The debilitating shock, sadness and panic that is moving through the sex-working community right now is palpable – every worker I know is struggling; not only to pay the bills, but also sometimes to even get out of bed in the morning knowing how perilous the road ahead may be. Still, the community is rallying as hard as we are grieving, organizing in an unprecedented push to let the voices of those who will be affected by these pieces of legislation be heard.
Survivors, allies, and sex workers from all over the country flooded the congressional phone lines last month pleading with their Senators and Representatives to listen to survivors. The #LetUsSurvive and #SurvivorsAgainstSesta social media campaign has garnered over 5 million impressions and even mainstream celebrities have started speaking up and standing with sex workers and survivors. “Legislation should never put our brothers and sisters in danger! SAY NO to #SESTA,” Transparent creator Jill Soloway said via social media in the tense days leading up to the SESTA vote. Actress Maggie Gyllenhaal, who plays a sex worker in the HBO series The Deuce, tweeted, “If our responses to address trafficking exacerbate the marginalization and isolation of people trading sex, it is clear we have missed the forest for the trees,” quoting author Alana Massey in Allure.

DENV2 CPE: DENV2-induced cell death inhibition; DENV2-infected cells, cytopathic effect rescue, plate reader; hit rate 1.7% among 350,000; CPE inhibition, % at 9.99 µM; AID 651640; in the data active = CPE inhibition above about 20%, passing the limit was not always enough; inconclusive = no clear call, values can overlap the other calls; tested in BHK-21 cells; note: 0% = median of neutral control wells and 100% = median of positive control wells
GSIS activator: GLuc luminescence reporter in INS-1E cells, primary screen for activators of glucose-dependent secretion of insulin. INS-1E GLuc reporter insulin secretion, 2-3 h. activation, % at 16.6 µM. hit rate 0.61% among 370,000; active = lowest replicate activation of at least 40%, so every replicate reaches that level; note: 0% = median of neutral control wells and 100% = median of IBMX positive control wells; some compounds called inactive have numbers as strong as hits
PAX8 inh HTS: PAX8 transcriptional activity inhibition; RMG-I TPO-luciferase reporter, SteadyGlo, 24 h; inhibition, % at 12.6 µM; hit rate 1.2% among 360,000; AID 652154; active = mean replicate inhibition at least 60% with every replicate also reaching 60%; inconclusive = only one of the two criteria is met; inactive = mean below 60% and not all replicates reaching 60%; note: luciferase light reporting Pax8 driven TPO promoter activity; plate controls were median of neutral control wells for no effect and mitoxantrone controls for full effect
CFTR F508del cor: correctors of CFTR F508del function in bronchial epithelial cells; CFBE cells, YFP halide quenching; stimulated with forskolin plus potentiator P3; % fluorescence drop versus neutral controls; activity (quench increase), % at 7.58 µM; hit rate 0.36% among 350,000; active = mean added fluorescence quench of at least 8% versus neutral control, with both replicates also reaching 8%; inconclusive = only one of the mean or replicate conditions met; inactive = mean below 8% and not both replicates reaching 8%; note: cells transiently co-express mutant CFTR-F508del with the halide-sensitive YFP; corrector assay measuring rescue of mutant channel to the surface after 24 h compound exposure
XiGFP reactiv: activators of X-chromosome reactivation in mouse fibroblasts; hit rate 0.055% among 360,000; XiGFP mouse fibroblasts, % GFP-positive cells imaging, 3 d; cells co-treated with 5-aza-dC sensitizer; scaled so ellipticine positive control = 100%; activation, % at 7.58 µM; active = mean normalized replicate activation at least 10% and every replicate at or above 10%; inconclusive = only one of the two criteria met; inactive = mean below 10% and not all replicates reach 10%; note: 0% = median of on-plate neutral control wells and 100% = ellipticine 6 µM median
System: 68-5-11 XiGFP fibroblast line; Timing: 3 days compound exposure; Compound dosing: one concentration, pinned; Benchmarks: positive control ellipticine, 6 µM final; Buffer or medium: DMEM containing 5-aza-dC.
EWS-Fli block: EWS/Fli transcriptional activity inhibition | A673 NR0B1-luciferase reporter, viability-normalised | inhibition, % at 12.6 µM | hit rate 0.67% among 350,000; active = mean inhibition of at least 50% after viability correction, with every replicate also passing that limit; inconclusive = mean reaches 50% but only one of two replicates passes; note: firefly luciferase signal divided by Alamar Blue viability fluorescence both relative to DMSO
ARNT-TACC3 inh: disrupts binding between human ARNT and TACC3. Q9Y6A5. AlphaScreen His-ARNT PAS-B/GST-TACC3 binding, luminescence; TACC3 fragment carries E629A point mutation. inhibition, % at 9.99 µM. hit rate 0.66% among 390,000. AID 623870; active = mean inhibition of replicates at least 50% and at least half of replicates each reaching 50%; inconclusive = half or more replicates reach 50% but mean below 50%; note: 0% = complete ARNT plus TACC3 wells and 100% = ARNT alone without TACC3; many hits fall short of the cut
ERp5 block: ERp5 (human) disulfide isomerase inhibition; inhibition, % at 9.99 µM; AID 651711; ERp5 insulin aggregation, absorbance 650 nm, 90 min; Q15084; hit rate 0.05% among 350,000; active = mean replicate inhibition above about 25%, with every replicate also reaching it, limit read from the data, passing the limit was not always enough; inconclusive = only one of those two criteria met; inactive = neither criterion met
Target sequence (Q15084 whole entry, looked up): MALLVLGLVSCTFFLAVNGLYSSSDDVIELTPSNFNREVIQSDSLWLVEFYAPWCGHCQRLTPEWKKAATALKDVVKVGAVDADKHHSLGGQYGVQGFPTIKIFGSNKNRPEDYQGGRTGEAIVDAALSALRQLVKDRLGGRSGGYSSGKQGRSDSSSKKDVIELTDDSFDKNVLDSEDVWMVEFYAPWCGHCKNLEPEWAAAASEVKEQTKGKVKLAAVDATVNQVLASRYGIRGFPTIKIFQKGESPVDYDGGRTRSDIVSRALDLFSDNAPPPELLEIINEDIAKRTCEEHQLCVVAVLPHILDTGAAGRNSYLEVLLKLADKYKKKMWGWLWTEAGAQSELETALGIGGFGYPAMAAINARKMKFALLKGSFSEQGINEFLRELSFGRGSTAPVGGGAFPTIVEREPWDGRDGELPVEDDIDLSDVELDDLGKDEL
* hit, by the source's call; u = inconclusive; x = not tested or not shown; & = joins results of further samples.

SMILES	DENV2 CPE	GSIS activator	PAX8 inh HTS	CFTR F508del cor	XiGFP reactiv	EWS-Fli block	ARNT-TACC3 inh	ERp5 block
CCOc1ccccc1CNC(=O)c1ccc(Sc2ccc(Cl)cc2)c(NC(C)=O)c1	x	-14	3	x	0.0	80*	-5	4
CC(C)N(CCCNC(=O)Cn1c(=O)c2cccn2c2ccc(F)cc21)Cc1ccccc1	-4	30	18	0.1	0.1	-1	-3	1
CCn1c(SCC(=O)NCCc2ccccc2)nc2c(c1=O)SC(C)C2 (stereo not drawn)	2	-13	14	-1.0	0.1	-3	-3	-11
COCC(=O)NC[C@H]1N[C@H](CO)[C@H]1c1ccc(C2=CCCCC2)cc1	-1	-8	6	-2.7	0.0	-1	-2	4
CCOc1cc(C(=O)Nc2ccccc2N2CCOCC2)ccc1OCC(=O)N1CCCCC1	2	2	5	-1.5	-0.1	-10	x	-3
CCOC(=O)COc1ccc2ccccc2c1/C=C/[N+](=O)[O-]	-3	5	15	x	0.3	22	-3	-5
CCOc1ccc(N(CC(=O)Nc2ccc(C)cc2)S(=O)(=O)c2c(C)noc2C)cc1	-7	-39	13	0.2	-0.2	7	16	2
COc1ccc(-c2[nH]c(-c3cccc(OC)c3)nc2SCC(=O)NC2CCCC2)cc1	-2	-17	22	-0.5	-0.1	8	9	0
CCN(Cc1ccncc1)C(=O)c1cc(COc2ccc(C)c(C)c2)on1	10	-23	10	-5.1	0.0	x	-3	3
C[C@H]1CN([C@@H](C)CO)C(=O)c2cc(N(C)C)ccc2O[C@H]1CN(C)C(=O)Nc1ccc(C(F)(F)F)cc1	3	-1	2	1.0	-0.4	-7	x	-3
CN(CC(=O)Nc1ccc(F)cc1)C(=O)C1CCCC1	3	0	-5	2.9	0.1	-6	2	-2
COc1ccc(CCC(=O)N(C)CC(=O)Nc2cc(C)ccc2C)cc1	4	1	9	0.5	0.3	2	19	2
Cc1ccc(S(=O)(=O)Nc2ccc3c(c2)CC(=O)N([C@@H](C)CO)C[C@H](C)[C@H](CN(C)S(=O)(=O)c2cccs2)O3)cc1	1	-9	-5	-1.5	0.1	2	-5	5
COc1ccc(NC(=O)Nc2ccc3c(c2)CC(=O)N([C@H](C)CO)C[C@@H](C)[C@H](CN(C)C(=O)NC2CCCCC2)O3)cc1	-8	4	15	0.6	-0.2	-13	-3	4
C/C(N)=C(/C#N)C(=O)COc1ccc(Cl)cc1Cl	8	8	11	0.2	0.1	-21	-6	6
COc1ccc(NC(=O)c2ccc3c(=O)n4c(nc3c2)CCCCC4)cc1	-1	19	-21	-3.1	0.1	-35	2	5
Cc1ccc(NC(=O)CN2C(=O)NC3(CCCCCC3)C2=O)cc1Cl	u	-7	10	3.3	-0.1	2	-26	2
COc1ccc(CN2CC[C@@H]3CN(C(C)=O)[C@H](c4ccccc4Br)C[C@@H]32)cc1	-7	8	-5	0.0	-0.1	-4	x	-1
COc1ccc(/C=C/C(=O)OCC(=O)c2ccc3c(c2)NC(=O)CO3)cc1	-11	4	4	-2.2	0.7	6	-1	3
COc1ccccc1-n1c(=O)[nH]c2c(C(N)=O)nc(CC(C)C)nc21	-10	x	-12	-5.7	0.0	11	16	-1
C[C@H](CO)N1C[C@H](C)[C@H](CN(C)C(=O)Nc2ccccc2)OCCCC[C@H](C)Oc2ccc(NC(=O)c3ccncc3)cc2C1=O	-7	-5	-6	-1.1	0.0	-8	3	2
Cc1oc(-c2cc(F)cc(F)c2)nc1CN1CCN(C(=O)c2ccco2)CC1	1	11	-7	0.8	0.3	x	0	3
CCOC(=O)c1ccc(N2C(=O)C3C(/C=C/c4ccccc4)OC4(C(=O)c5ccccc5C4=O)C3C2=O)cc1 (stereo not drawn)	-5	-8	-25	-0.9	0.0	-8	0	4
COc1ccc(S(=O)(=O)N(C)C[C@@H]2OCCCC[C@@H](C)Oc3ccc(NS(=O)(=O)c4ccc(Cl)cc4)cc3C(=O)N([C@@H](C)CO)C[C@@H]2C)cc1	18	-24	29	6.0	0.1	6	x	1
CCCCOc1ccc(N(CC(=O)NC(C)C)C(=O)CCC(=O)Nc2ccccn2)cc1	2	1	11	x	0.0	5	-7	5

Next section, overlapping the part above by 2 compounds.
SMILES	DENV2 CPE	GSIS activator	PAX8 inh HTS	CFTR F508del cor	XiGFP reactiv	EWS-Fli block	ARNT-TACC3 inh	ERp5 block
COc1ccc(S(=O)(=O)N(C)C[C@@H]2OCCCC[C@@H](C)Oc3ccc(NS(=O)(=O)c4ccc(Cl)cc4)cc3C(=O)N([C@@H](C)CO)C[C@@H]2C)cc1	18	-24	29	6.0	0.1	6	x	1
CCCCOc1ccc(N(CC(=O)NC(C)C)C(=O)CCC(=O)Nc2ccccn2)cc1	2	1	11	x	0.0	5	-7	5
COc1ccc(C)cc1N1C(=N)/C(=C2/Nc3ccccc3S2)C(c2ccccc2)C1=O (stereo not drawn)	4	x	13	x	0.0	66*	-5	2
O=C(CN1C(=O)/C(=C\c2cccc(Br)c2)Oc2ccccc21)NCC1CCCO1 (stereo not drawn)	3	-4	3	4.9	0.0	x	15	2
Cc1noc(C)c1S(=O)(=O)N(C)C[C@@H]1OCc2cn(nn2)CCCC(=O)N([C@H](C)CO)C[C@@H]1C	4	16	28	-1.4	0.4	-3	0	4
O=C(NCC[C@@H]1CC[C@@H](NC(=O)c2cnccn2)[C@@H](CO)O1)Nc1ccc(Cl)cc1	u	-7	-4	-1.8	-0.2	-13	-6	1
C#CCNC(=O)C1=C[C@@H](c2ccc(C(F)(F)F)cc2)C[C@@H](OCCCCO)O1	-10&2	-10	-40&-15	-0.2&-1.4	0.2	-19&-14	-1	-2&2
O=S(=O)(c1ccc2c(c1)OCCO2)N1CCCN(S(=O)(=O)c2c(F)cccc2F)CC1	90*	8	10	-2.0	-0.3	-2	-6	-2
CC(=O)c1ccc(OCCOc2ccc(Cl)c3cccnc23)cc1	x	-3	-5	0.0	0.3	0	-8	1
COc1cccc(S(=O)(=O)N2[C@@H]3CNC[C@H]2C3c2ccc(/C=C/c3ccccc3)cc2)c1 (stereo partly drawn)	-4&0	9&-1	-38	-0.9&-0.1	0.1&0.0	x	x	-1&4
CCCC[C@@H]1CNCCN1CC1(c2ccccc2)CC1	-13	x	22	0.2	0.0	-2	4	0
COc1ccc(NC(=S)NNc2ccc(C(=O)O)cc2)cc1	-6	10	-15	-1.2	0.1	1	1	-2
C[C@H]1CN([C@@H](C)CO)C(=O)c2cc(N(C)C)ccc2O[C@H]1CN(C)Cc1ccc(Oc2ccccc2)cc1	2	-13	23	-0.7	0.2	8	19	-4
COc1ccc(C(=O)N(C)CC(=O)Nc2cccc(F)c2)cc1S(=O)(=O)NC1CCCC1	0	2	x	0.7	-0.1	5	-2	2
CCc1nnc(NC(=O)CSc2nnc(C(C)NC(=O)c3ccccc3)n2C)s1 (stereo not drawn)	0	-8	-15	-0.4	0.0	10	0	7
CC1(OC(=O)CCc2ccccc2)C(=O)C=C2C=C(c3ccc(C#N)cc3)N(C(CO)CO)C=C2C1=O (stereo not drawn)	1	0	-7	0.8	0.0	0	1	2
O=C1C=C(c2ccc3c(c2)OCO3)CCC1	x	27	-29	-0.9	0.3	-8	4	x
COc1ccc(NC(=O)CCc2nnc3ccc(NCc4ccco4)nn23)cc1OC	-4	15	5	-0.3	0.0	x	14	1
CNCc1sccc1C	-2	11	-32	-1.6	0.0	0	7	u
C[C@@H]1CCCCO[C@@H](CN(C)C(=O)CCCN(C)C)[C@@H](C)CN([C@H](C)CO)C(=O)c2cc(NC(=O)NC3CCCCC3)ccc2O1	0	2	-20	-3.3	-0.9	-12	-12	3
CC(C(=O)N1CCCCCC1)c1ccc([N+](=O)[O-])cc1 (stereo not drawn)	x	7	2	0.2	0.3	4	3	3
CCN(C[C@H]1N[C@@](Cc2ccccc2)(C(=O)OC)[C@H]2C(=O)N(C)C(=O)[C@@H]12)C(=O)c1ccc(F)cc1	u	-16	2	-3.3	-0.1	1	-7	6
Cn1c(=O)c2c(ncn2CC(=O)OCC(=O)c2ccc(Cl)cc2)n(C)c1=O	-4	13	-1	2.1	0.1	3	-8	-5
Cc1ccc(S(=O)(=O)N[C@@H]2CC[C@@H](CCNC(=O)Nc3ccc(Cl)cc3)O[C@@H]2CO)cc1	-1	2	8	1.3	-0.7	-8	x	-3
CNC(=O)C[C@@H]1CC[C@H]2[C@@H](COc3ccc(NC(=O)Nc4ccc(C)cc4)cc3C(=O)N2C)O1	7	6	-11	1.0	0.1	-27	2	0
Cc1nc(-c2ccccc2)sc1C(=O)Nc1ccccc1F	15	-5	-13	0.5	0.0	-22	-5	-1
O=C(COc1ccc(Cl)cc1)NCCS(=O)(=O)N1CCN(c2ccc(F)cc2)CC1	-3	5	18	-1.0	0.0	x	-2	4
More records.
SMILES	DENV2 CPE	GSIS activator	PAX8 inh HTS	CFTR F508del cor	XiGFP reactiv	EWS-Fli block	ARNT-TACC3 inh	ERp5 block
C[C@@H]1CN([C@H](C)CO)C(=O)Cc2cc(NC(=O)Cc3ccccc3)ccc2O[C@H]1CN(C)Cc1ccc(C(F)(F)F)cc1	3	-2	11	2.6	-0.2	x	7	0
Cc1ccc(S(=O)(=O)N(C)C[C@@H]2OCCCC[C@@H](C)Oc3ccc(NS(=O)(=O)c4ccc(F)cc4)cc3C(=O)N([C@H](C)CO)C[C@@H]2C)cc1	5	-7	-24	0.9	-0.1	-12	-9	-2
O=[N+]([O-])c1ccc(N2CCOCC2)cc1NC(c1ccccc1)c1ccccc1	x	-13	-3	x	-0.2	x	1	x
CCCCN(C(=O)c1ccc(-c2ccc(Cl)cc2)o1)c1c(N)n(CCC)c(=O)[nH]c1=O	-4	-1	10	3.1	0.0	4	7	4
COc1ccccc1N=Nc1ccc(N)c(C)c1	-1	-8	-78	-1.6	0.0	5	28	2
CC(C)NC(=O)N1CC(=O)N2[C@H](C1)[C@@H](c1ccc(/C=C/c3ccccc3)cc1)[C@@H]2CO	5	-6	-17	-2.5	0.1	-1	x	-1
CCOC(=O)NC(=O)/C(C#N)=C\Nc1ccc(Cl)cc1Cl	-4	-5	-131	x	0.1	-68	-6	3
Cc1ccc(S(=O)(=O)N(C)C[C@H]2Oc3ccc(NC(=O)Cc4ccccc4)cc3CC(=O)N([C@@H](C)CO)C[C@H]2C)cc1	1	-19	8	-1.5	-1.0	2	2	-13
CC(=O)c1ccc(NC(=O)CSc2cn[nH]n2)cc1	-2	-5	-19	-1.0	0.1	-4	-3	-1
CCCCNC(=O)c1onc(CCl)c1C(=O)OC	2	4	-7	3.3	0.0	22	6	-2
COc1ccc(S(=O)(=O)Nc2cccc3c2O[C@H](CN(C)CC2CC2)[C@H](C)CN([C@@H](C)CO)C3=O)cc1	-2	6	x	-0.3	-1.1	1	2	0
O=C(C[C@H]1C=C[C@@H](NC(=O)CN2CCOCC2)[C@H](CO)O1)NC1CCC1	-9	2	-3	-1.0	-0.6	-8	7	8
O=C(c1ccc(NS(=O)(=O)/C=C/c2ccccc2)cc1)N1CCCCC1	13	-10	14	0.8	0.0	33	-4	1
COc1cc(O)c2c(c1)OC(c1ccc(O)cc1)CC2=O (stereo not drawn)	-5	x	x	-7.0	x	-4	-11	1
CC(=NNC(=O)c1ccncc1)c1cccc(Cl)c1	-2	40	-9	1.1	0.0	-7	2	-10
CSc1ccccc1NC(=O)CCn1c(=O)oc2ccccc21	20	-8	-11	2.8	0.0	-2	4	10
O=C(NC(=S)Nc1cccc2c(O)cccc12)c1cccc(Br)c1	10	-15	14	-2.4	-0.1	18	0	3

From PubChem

This week, nearly 400 letters of opposition to CA SB 1204 were faxed to the Senate Public Safety Committee in Sacramento in a single day. Supporters built a website called Survivors Against SESTA, where they offer resources and advice – and are are actively seeking donations – for sex workers affected by the legislation. A national day of action is slated for June 2nd. Marches, lobbying, and fundraising events are already being planned in Las Vegas, Los Angeles, New York and Washington, D.C. Despite what some may think, we are not going to take this lying down.